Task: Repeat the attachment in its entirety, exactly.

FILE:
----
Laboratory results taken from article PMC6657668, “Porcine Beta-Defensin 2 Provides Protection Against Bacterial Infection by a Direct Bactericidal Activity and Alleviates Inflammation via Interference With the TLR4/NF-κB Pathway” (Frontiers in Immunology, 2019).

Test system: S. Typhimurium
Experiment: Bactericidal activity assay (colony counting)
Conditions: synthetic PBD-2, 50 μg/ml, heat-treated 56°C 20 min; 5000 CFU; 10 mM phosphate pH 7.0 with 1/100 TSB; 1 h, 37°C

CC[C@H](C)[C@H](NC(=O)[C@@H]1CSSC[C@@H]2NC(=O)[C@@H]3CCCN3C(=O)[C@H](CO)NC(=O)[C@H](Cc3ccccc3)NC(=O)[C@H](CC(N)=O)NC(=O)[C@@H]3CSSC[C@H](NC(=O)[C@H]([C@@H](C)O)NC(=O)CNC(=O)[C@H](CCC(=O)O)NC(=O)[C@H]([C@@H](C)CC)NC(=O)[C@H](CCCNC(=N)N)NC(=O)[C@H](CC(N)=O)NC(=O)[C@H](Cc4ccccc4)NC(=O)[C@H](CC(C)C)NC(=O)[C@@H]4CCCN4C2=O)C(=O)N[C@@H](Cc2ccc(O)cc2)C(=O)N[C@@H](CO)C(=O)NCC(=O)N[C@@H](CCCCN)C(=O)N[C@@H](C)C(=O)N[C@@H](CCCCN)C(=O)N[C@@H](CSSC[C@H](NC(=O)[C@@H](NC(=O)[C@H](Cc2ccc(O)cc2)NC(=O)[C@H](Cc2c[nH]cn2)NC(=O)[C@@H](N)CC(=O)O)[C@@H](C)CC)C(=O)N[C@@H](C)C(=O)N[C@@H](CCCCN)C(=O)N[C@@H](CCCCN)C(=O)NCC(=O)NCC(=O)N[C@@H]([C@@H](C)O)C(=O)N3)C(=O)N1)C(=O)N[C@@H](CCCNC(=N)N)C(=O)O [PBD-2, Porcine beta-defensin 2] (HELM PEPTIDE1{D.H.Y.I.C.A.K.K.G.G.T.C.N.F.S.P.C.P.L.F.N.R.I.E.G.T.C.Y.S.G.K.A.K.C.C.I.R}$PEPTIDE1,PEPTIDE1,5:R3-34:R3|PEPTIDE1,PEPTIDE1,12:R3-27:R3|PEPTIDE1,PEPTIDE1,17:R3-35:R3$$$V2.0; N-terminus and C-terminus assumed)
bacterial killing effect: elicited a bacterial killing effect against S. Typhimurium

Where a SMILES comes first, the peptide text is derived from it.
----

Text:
Laboratory results taken from article PMC6657668, “Porcine Beta-Defensin 2 Provides Protection Against Bacterial Infection by a Direct Bactericidal Activity and Alleviates Inflammation via Interference With the TLR4/NF-κB Pathway” (Frontiers in Immunology, 2019).

Test system: S. Typhimurium
Experiment: Bactericidal activity assay (colony counting)
Conditions: synthetic PBD-2, 50 μg/ml, heat-treated 56°C 20 min; 5000 CFU; 10 mM phosphate pH 7.0 with 1/100 TSB; 1 h, 37°C

CC[C@H](C)[C@H](NC(=O)[C@@H]1CSSC[C@@H]2NC(=O)[C@@H]3CCCN3C(=O)[C@H](CO)NC(=O)[C@H](Cc3ccccc3)NC(=O)[C@H](CC(N)=O)NC(=O)[C@@H]3CSSC[C@H](NC(=O)[C@H]([C@@H](C)O)NC(=O)CNC(=O)[C@H](CCC(=O)O)NC(=O)[C@H]([C@@H](C)CC)NC(=O)[C@H](CCCNC(=N)N)NC(=O)[C@H](CC(N)=O)NC(=O)[C@H](Cc4ccccc4)NC(=O)[C@H](CC(C)C)NC(=O)[C@@H]4CCCN4C2=O)C(=O)N[C@@H](Cc2ccc(O)cc2)C(=O)N[C@@H](CO)C(=O)NCC(=O)N[C@@H](CCCCN)C(=O)N[C@@H](C)C(=O)N[C@@H](CCCCN)C(=O)N[C@@H](CSSC[C@H](NC(=O)[C@@H](NC(=O)[C@H](Cc2ccc(O)cc2)NC(=O)[C@H](Cc2c[nH]cn2)NC(=O)[C@@H](N)CC(=O)O)[C@@H](C)CC)C(=O)N[C@@H](C)C(=O)N[C@@H](CCCCN)C(=O)N[C@@H](CCCCN)C(=O)NCC(=O)NCC(=O)N[C@@H]([C@@H](C)O)C(=O)N3)C(=O)N1)C(=O)N[C@@H](CCCNC(=N)N)C(=O)O [PBD-2, Porcine beta-defensin 2] (HELM PEPTIDE1{D.H.Y.I.C.A.K.K.G.G.T.C.N.F.S.P.C.P.L.F.N.R.I.E.G.T.C.Y.S.G.K.A.K.C.C.I.R}$PEPTIDE1,PEPTIDE1,5:R3-34:R3|PEPTIDE1,PEPTIDE1,12:R3-27:R3|PEPTIDE1,PEPTIDE1,17:R3-35:R3$$$V2.0; N-terminus and C-terminus assumed)
bacterial killing effect: elicited a bacterial killing effect against S. Typhimurium

Where a SMILES comes first, the peptide text is derived from it.